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Nazila Fathi: The Green Movement in Iran

By
Editor-in-chief, Tolerance.ca, Member of Tolerance.ca®
Mrs. Nazila Fathi is a journalist who covers her native Iran for The New York Times. Her house came under surveillance. She was practically under house arrest. She left Iran on the night before July 1, 2009 , after the surveillance team left. Many people as well as almost all of her sources and some of her friends had already been arrested.

Mrs. Nazila Fathi has completed her M.A. program at the University of Toronto in Political science and Women's studies in 2001. We interviewed Mrs. Fathi on the Iranian opposition organization, The Green Movement, and the challenges it is facing. The interview was conducted by Aziz Enhaili for Tolerance.ca®.



Aziz Enhaili : Could you define for us the Green Movement and its objectives?

Nazila Fathi: The Green movement is the opposition movement in Iran today. Green was the symbolic campaign color of presidential candidate, Mir Hussein Moussavi. It became the color of the movement after the June 12 elections when many believed that President Mahmoud Ahmadinejad had stolen the elections. The Green movement at this stage includes people with diverse backgrounds and demands: those who favour the overthrow of the regime and those who want reform within the current system.

Aziz Enhaili : How does it function?

Nazila Fathi: The Green movement has so far staged massive protests and sent a strong message outside the country that it does not consider the government of Mr. Ahmadinejad legitimate. Despite the brutal crackdown by the government it has persisted. It is an electronic savvy movement which has relied on the Internet, text messaging, and Satellite television as a way to mobilize its supporters and spread information. Its lack of leadership and agenda has been a major setback.

Aziz Enhaili: Is it strong enough to continue its move?

Nazila Fathi: Only time will prove that. This movement is a result of the anger and frustration that has been simmering beneath the surface since the 1979 revolution. Young people, both men and women, have joined it. They are parents and relatives of political prisoners executed by the regime in the 1980s, as well as many founding members of the revolution and war veterans. Even if the government manages to end the protests, the dissent will no doubt re-emerge on a much larger scale. The establishment needs to address the democratic demands of the people.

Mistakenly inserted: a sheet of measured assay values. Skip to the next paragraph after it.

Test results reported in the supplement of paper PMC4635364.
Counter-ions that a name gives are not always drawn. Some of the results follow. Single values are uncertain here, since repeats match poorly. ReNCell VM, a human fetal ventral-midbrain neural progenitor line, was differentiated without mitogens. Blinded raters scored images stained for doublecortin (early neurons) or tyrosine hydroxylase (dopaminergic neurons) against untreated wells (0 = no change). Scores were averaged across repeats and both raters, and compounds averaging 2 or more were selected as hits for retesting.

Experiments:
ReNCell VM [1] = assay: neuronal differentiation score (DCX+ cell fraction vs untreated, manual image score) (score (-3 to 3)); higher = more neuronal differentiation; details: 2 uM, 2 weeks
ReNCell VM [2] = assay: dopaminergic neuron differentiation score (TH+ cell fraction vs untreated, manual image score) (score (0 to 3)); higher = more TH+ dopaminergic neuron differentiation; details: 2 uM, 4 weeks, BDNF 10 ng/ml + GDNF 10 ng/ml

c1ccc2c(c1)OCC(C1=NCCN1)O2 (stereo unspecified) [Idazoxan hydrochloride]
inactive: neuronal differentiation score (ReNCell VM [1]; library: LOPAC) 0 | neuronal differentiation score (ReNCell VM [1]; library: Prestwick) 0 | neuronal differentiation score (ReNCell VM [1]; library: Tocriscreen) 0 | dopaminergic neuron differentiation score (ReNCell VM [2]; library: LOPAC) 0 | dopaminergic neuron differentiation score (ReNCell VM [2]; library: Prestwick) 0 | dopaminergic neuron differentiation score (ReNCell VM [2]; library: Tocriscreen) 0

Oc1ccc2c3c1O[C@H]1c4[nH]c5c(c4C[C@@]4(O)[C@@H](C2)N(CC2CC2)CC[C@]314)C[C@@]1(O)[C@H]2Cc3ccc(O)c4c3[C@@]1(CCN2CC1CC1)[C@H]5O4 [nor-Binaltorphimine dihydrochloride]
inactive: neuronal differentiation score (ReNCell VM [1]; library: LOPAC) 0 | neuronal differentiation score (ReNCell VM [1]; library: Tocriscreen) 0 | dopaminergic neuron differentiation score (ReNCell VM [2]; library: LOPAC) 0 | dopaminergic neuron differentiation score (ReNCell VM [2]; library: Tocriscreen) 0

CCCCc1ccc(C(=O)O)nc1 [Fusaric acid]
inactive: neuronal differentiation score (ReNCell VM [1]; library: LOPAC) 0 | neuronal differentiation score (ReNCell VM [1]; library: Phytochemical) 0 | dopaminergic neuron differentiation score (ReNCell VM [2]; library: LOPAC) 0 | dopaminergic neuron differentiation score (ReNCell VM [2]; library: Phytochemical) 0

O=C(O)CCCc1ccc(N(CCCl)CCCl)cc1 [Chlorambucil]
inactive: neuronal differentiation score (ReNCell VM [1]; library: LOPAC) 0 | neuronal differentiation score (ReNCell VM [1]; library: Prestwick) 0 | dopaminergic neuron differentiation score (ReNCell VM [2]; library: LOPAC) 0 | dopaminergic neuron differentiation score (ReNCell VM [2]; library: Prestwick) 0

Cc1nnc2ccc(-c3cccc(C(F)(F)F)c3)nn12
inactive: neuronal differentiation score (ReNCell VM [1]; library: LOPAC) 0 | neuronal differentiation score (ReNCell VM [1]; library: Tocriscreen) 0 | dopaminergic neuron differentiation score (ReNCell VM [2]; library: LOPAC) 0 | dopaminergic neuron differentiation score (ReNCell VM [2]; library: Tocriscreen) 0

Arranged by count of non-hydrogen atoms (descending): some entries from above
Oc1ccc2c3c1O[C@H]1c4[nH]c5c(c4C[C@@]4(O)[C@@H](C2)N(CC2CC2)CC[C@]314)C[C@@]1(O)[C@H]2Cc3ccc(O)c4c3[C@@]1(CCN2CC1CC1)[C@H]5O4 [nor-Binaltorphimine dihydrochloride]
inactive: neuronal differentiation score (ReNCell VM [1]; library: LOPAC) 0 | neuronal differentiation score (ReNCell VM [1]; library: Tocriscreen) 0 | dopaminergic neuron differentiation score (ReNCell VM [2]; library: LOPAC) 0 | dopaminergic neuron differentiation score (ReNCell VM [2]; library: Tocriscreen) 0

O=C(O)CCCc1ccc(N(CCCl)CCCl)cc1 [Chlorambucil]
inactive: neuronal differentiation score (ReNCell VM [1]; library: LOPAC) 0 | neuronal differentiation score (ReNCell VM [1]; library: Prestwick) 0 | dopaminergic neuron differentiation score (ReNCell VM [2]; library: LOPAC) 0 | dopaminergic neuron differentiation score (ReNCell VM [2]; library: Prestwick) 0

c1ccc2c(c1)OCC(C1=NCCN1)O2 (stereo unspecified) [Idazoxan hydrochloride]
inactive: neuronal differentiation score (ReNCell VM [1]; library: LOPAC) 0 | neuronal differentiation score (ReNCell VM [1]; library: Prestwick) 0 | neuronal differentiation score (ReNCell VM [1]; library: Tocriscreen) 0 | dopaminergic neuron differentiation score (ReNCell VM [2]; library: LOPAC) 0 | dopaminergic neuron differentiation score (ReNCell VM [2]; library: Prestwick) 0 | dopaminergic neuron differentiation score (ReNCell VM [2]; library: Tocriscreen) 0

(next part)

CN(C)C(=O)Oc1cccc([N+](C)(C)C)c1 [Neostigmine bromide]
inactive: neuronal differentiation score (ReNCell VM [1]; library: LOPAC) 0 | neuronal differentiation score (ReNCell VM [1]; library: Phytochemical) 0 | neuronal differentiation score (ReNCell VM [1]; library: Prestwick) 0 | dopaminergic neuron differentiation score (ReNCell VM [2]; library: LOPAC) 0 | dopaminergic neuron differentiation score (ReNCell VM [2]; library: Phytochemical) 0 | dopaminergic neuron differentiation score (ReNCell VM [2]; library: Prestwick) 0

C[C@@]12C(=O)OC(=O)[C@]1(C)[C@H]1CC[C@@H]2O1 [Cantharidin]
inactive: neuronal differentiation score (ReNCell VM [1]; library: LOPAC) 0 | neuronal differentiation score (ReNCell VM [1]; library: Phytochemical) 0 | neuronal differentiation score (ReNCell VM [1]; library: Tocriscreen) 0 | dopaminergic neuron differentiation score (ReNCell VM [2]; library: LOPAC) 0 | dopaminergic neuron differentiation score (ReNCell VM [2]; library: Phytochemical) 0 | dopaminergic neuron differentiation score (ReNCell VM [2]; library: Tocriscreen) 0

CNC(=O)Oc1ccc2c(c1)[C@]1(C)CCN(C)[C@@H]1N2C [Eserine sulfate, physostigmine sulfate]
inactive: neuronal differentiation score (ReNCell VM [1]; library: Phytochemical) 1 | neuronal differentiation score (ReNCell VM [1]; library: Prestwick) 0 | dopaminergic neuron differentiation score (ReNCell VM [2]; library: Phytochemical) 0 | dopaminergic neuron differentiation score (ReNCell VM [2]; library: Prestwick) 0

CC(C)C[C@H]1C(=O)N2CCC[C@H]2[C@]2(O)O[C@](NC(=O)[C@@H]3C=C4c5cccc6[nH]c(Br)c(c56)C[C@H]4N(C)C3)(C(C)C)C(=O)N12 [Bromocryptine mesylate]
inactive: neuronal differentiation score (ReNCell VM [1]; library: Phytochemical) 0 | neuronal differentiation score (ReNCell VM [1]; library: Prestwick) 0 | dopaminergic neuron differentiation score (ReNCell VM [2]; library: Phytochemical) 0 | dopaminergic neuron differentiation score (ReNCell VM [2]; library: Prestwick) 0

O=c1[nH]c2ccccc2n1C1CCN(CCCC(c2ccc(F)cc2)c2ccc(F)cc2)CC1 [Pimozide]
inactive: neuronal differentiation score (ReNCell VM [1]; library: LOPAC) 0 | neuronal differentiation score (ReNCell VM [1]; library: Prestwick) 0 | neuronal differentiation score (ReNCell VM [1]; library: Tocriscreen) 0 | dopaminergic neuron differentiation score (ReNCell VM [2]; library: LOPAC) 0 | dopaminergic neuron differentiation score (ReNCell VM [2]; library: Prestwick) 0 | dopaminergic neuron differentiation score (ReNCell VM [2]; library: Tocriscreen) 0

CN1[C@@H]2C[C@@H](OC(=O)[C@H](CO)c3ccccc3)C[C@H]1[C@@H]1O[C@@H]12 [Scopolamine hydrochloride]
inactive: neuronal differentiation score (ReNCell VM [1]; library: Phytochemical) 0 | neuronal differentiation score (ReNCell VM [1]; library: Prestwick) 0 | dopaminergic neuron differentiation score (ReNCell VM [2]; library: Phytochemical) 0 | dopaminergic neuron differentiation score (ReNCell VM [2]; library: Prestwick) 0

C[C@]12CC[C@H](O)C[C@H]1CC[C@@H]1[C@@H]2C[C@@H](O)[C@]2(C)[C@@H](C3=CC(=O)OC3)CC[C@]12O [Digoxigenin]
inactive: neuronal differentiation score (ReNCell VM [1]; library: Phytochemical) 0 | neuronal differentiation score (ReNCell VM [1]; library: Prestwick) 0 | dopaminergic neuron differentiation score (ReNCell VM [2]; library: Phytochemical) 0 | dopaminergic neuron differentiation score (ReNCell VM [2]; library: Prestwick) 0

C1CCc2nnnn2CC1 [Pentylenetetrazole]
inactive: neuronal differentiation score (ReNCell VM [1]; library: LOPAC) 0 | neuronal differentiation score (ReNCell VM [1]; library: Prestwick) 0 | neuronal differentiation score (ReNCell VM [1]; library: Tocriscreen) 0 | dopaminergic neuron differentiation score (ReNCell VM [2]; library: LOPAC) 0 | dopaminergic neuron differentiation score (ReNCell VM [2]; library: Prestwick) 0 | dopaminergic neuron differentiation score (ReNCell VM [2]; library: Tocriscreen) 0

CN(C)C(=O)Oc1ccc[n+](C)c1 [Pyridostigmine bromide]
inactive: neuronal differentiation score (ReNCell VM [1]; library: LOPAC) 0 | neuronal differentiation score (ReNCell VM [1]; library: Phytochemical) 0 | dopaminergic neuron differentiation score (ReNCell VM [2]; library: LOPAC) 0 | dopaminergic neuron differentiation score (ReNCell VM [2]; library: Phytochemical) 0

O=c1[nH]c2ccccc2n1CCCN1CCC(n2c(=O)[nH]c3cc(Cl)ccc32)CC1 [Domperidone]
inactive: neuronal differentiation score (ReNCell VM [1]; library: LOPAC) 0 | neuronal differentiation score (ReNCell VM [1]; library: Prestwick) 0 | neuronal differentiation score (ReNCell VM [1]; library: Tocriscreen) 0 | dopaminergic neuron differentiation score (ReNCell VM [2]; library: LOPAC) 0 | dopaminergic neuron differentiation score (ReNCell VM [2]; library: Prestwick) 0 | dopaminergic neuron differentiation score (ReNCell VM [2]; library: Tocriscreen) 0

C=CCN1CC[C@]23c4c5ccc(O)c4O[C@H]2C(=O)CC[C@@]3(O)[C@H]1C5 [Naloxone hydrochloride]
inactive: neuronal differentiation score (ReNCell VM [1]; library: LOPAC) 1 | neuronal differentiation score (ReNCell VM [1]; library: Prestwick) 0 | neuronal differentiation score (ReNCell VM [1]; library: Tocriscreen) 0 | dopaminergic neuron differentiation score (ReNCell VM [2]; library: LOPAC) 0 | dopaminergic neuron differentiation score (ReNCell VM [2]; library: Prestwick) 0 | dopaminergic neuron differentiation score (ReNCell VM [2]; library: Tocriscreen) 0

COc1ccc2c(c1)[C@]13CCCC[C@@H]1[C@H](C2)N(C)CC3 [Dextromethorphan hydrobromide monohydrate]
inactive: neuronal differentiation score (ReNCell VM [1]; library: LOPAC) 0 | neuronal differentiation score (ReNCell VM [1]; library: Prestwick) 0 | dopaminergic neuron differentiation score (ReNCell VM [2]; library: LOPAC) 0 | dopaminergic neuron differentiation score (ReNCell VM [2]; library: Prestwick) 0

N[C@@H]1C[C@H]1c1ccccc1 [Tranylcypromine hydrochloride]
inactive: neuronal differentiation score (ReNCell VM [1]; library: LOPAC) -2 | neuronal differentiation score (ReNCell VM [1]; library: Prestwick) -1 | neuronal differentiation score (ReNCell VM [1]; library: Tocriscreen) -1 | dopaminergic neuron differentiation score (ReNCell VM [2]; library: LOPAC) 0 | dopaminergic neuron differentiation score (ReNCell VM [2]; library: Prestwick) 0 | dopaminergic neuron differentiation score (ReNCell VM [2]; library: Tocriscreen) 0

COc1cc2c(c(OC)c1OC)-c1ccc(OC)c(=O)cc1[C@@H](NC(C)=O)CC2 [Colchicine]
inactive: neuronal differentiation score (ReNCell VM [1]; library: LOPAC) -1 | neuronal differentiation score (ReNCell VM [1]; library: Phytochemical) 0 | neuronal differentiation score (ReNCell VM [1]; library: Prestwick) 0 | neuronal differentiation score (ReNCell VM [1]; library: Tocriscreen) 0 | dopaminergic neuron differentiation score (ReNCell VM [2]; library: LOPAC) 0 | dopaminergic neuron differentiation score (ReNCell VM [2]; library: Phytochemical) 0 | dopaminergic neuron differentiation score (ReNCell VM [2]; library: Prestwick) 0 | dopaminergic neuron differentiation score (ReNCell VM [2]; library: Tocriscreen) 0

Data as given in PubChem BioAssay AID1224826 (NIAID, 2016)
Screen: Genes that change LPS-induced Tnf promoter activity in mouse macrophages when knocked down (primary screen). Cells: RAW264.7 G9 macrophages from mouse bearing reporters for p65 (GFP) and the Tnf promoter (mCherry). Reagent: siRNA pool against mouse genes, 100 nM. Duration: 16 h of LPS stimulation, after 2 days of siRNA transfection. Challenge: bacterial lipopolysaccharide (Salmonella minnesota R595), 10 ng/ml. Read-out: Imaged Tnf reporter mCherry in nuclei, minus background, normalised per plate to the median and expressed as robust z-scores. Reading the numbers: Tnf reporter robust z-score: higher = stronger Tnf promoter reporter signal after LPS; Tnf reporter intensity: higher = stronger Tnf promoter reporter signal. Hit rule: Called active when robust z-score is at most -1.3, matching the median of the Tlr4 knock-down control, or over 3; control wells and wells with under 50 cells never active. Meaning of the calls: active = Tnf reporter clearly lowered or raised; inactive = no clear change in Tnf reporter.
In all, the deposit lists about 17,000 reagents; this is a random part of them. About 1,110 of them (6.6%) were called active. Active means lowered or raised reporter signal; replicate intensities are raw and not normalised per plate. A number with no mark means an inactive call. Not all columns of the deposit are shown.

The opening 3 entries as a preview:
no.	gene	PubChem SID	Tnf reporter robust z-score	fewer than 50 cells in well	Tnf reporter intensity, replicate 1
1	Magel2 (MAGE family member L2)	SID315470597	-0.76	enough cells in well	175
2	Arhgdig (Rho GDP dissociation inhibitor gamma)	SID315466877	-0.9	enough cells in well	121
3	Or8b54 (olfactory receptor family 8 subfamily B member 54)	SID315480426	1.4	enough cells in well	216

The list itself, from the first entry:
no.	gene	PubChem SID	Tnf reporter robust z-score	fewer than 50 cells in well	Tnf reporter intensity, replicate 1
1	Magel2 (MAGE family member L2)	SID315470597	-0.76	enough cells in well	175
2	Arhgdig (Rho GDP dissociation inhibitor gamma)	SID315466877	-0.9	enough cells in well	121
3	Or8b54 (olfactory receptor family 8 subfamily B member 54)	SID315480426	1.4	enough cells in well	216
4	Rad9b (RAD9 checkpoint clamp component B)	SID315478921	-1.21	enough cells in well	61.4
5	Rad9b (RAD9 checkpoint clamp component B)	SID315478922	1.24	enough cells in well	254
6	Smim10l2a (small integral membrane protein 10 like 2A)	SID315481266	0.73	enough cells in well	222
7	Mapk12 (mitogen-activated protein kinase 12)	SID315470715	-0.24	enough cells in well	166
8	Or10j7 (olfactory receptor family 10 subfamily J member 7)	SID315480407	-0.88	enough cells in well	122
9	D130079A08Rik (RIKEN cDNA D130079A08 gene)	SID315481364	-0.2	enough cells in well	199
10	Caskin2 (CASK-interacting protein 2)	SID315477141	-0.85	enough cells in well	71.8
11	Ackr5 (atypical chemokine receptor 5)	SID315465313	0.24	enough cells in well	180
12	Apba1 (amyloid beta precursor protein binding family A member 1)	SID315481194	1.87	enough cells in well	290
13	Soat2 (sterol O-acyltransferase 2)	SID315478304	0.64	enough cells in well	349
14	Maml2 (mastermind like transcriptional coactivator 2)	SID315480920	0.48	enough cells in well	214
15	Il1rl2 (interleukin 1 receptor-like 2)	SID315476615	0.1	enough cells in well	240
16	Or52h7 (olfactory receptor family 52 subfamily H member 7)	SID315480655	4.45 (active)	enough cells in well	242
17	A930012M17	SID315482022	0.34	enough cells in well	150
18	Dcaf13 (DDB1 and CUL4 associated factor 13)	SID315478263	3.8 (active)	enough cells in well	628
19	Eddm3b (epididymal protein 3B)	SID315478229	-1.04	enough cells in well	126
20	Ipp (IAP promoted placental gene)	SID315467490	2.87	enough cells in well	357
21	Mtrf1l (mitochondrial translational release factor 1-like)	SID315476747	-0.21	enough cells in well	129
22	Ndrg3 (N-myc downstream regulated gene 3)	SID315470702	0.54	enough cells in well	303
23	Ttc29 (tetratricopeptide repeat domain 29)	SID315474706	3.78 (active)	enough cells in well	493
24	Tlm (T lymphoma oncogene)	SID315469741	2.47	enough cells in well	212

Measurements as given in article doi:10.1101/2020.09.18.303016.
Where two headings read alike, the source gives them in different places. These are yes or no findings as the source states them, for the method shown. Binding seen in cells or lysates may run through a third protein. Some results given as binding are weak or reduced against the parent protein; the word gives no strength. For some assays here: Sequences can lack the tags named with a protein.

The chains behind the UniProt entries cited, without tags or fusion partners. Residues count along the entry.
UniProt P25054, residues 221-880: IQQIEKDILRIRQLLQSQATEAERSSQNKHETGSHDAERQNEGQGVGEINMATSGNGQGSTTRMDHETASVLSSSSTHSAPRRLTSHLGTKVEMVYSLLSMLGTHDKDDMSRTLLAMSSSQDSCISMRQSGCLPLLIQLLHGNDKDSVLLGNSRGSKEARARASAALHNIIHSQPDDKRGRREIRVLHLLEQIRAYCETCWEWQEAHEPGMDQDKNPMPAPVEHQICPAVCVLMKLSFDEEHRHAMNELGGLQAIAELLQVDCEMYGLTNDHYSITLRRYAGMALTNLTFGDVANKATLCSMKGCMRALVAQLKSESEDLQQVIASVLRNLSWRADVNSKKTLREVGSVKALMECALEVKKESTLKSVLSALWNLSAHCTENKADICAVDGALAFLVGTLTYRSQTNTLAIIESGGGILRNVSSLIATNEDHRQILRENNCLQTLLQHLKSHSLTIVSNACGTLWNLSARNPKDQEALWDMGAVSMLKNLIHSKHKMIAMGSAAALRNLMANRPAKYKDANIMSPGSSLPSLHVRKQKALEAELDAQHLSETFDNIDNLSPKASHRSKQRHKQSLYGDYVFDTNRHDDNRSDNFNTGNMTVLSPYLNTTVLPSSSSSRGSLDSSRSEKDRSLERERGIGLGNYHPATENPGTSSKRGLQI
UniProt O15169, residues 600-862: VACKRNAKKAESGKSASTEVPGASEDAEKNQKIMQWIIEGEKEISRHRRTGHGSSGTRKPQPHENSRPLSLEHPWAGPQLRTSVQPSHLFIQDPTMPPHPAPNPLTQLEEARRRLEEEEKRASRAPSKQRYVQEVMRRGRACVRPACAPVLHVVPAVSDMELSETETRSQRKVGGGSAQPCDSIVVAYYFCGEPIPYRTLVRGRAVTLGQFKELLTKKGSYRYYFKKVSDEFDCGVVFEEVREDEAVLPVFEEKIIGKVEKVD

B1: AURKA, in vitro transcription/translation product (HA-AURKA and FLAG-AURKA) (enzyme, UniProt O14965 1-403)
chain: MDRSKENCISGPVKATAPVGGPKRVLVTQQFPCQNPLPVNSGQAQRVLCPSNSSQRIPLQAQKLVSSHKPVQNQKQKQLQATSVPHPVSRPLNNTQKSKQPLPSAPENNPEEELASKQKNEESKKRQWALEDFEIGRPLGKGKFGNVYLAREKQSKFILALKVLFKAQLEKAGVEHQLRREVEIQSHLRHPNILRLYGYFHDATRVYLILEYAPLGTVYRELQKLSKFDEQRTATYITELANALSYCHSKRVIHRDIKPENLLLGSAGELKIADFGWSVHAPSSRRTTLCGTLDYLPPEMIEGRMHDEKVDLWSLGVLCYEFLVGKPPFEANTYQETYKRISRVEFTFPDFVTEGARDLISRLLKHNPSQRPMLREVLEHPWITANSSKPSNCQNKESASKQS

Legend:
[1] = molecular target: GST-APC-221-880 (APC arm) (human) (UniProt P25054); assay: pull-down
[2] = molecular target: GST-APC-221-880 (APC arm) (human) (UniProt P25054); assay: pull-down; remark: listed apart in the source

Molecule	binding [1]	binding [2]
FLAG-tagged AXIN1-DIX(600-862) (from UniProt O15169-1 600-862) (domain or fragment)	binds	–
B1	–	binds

Aziz Enhaili : How far is the Khamenei regime prepared to go? Is Ali Khamenei still in control ?

Nazila Fathi: The regime has shown that it will go to extraordinary lengths in the use of violence to end the protests. It has tried to intimidate protestors by killing them on the streets, jailing and torturing hundreds and even executing protestors in recent weeks. It has shown no real sign of a compromise. Mr. Khamenei has the final word on state matters. He has repeatedly supported Mr. Ahmadinejad in public speeches since June 12 and warned protestors that they would face consequences if they did not back down. The Revolutionary Guards report directly to Mr. Khameni. They are the military force set up after the revolution which was behind the falsification of the election results and the brutal crack down. Mr. Khamenei has lost credibility by putting himself at the forefront of the struggle and therefore protestors consider him responsible for what happened. Most slogans in recent months were aimed at Mr. Khamenei and many opposition figures, including prominent scholars now in exile, wrote a public letter late last year calling specifically to limit the power of the supreme leader if not to remove him from his position. Abdolkarim Soroush, Mohsen Kadivar, Ataollah Mohajerani, Akbar Ganji and Abdolali Bazargan were among the signatories of the letter. Protestors have demanded the removal of Mr. Khamenei during demonstrations.

Aziz Enhaili: What actions should the United States and Canada take with regard to the situation in Iran ?

Nazila Fathi: The Iranian people are very patriotic. They believe they are capable of undertaking their struggle on their own without foreign interference. They would however like to be recognized as a force inside the country. They do not want to be brushed off by Western governments as a movement that would ultimately be crushed by the Iranian authorities. They want to be part of official meetings with Iranian leaders. They expect Western governments to put pressure on the Iranian authorities for the gross human rights violations. In the meantime, they do not wish to see Western governments sign agreements with Iran in ways that could empower a president who is not considered legitimate by the majority of its people.

The Iranian government has managed to cripple the opposition in recent weeks with the restrictions it has imposed on the Internet. It has also jammed Satellite television channels broadcasting from outside the country. Western countries can help the movement by making the technology accessible inside Iran. Unblocking the Internet can make a huge difference. It requires some kind of investment and technological breakthrough from outside to make it accessible and to thwart the filters of the Iranian censorship but the political gains would be huge. The results would be great for Iran and the region. A more democratic Iran will become an inspiration in the region for other neighbouring countries. Making the technology accessible to the Iranian people could be more efficient than sanctions which have so far hurt the people, not the government.

The interview was conducted by Aziz Enhaili for Tolerance.ca®.

February 21, 2010

 


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